Rocket Java: Using different test resources in a single build

What happens when you have tests that need different resources with similar names?

Confusion, that’s what. Let’s map out a project so we can see what happens:

  • Parent Project
    • Test Resources 1
    • Test Resources 2
    • Library Code (depends on both test resources projects)

Now, in our problem code, the resources for the test data use the same names, so the library code won’t be able to deterministically work out which set of data is being used.

How does one work around this?

The first, and probably best, solution is to use a different build tool, one that gives more finely-grained control over the build lifecycle: Gradle comes to mind.

The other solution involves a little more work, and probably would be classified as a Maven hack.

What you would do is fairly simple, but verbose; you’d add two more projects, as integrations for the library and the dependencies, like so:

  • Parent project
    • Test Resources 1
    • Test Resources 2
    • Library Code
    • Integration Tests 1 (using Library Code and Test Resources 1)
    • Integration Tests 2 (using Library Code and Test Resources 2)

The problem with this kind of structure is that the Library Code project no longer has its own complete test structure; it can pass all of its own internal tests, without actually passing the integration tests, because those are in separate modules. Therefore, one might be tempted to write off failures in the integration test modules, and publish a flawed artifact to a central repository.

Again, the best approach is probably Gradle.

Rocket Java: Shadowing private variables in subclasses

This morning, a user on ##java asked if private variables could be shadowed in subclasses.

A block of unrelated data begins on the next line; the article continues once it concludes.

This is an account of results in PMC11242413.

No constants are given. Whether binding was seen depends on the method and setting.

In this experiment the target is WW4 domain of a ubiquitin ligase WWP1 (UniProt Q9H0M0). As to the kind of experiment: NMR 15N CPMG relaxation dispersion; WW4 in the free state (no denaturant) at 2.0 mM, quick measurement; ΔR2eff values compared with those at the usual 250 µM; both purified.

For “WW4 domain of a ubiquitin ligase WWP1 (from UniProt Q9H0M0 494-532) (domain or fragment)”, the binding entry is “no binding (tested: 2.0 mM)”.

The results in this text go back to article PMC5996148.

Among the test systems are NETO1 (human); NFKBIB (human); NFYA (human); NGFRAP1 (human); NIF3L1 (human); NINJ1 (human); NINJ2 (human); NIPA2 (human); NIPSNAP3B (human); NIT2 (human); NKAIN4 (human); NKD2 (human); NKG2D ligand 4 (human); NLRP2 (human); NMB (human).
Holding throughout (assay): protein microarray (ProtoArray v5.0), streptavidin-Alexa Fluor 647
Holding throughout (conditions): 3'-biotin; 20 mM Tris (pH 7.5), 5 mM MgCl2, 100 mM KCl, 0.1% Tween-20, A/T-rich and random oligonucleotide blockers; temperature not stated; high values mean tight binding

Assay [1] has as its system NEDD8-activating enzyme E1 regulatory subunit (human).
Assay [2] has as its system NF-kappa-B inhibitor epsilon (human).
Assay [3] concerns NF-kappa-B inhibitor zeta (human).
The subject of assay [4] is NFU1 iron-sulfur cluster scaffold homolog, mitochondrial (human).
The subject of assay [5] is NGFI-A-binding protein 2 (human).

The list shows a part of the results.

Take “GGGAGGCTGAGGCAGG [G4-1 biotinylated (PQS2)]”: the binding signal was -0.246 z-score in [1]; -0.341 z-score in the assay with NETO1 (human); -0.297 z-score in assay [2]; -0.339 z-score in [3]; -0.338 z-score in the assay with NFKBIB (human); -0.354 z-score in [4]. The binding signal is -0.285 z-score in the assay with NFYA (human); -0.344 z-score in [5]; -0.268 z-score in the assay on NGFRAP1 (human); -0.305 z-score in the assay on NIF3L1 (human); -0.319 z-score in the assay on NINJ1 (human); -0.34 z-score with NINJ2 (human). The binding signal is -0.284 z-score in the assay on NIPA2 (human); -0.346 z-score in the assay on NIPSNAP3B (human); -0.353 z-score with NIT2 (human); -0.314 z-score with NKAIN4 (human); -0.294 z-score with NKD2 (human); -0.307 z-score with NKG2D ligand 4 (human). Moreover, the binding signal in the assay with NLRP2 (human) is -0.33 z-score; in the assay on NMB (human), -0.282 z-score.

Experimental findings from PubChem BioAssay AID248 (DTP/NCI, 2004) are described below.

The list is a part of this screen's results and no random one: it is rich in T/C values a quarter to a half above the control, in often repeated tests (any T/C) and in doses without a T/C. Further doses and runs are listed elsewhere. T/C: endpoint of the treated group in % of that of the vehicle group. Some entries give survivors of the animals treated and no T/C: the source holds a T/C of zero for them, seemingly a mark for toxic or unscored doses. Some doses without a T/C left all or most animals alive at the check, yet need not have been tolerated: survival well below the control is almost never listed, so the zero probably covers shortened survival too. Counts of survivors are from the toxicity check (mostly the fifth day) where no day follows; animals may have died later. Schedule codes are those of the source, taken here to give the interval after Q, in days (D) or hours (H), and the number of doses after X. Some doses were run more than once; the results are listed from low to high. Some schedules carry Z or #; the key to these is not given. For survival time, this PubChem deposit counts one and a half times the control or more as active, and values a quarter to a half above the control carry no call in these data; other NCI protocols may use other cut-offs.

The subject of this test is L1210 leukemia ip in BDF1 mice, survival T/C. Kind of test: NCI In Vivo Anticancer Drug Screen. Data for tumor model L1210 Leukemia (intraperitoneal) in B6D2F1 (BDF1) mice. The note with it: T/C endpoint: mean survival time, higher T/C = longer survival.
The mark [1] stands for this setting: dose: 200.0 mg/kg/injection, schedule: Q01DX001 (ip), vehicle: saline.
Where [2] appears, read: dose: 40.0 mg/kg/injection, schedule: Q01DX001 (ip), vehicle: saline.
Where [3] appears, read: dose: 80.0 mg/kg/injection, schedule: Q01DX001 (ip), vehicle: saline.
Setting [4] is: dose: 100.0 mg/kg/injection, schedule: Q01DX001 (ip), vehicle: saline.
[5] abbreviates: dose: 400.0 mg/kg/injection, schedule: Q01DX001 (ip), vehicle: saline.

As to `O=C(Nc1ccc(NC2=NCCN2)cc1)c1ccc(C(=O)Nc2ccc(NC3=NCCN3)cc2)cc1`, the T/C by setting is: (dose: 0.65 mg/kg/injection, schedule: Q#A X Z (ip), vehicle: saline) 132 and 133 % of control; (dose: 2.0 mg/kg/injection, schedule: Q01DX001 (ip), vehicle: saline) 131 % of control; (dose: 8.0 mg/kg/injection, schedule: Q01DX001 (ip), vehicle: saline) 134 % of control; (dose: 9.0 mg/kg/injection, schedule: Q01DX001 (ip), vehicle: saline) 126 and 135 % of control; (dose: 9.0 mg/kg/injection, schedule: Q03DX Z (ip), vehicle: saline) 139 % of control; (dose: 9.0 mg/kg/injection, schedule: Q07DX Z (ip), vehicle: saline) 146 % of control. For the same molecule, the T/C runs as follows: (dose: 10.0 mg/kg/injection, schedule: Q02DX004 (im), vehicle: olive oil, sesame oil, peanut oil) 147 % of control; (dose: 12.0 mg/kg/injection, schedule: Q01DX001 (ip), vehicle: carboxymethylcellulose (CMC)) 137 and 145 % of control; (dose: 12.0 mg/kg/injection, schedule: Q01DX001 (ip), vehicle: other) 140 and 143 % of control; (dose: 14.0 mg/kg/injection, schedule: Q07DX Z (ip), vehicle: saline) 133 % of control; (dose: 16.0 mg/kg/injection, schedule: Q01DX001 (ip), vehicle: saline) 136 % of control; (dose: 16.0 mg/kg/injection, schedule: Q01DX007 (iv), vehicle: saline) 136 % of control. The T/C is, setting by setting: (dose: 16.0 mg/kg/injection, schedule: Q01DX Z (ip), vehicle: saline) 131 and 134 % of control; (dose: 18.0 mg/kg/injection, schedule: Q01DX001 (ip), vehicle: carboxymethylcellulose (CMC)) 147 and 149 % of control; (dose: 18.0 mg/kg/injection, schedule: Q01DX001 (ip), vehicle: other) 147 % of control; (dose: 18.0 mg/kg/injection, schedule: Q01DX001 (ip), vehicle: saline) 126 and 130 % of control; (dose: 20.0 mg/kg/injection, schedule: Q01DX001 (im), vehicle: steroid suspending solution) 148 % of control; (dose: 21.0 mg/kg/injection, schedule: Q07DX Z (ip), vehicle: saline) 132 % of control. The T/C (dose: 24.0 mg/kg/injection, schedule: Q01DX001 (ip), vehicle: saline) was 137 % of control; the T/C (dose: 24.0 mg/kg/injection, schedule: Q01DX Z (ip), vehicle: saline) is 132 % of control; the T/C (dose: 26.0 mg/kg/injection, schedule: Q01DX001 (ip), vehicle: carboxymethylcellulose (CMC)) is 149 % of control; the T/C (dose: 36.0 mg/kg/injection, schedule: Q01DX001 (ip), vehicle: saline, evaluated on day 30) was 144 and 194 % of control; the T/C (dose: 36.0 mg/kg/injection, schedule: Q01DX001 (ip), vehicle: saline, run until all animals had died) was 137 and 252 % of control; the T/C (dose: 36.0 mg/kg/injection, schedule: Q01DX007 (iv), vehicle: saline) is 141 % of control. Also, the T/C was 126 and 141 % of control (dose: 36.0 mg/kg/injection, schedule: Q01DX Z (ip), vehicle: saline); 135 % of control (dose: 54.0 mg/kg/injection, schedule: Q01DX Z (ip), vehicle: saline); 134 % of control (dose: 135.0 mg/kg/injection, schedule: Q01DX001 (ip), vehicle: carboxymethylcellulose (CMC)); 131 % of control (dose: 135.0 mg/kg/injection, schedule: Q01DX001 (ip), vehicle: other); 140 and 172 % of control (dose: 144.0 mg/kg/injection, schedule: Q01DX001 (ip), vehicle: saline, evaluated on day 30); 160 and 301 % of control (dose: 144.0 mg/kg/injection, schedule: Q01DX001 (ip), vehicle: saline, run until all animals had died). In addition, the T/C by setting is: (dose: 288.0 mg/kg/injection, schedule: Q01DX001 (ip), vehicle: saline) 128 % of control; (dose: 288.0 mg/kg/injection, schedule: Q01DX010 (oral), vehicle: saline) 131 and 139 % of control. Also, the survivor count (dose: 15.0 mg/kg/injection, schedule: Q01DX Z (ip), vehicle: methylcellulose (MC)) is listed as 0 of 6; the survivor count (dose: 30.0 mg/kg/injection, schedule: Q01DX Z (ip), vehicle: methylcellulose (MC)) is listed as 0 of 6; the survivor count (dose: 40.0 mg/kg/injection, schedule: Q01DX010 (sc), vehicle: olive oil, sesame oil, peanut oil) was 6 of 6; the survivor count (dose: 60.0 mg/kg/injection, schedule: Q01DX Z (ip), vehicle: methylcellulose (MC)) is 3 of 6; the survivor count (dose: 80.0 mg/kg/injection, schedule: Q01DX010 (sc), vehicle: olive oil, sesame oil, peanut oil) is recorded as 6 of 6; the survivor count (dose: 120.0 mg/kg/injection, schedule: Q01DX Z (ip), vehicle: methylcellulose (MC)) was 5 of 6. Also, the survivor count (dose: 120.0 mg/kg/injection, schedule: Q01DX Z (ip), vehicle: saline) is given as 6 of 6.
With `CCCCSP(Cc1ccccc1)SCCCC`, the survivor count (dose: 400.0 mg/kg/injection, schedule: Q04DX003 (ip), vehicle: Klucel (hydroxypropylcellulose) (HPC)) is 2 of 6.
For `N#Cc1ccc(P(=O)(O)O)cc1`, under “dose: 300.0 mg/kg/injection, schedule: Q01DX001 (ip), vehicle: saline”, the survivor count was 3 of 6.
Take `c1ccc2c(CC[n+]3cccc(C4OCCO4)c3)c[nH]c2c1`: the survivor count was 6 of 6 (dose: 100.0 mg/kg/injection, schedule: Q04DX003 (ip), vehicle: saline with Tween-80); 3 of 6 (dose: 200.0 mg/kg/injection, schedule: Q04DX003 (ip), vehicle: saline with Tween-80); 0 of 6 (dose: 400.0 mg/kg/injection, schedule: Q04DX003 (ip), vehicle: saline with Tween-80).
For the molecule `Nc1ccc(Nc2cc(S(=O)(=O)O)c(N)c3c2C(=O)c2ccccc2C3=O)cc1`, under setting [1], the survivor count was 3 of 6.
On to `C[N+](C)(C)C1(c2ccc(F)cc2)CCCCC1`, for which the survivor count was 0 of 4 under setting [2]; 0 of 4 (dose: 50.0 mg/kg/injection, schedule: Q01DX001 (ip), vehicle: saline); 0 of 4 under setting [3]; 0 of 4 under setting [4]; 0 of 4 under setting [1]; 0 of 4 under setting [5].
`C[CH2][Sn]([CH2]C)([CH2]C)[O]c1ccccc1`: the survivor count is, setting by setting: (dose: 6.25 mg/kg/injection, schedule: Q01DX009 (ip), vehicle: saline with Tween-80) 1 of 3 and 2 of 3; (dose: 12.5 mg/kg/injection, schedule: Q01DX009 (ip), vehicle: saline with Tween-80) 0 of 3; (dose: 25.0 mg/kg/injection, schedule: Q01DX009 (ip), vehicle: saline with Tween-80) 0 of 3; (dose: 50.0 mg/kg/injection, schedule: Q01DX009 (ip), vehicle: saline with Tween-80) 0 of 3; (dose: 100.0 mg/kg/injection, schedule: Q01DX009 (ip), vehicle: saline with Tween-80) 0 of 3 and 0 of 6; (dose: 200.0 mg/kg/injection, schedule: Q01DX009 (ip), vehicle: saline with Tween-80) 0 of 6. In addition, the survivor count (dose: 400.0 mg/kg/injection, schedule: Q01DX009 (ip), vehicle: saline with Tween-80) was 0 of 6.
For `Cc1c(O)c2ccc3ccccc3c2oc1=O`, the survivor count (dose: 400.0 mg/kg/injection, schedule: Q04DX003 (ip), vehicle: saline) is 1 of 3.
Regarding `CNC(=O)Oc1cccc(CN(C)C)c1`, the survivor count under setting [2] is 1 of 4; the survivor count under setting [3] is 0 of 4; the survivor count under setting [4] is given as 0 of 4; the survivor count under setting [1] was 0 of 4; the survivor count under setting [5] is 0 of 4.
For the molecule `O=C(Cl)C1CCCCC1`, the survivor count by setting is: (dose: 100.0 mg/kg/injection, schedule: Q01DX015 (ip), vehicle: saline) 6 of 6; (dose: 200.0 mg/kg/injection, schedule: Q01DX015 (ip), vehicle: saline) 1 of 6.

Upon being asked to try it and see, the user said that they didn’t have the time, which was ironic (and wrong), but errr… what the heck, I’ll write a test case to demonstrate that no, shadowing private variables (and retaining their reference) was not workable: the superclass will use its own reference, not a subclass’.

So let’s see some code:

public class T {
    private boolean b=true;

    public void doSomething() {

    public static void main(String[] args) {
        T t=new U();

class U extends T {
    private boolean b=false;

Upon execution, this outputs true.

Now, would this change if we used an accessor instead? Let’s add one to T:

public boolean getB() { return this.b;}

… and nope, nothing changes. The main point here is actually that shadowing fields like this (shadowing the actual field, not methods) is a Bad Idea, and doesn’t work, private or not. (If you change the visibility away from private, the result still doesn’t change.

What’s more, you generally don’t want to do it, and wouldn’t want to even if it were possible, because … what would be your point? You’d be effectively trying to change the semantic of the field, if you needed to do this – and this alters the superclass/subclass relationship in fundamentally unhealthy ways.

If you need a different value in the field you want to shadow, don’t shadow – just offer a protected mutator, and have the subclass set the value.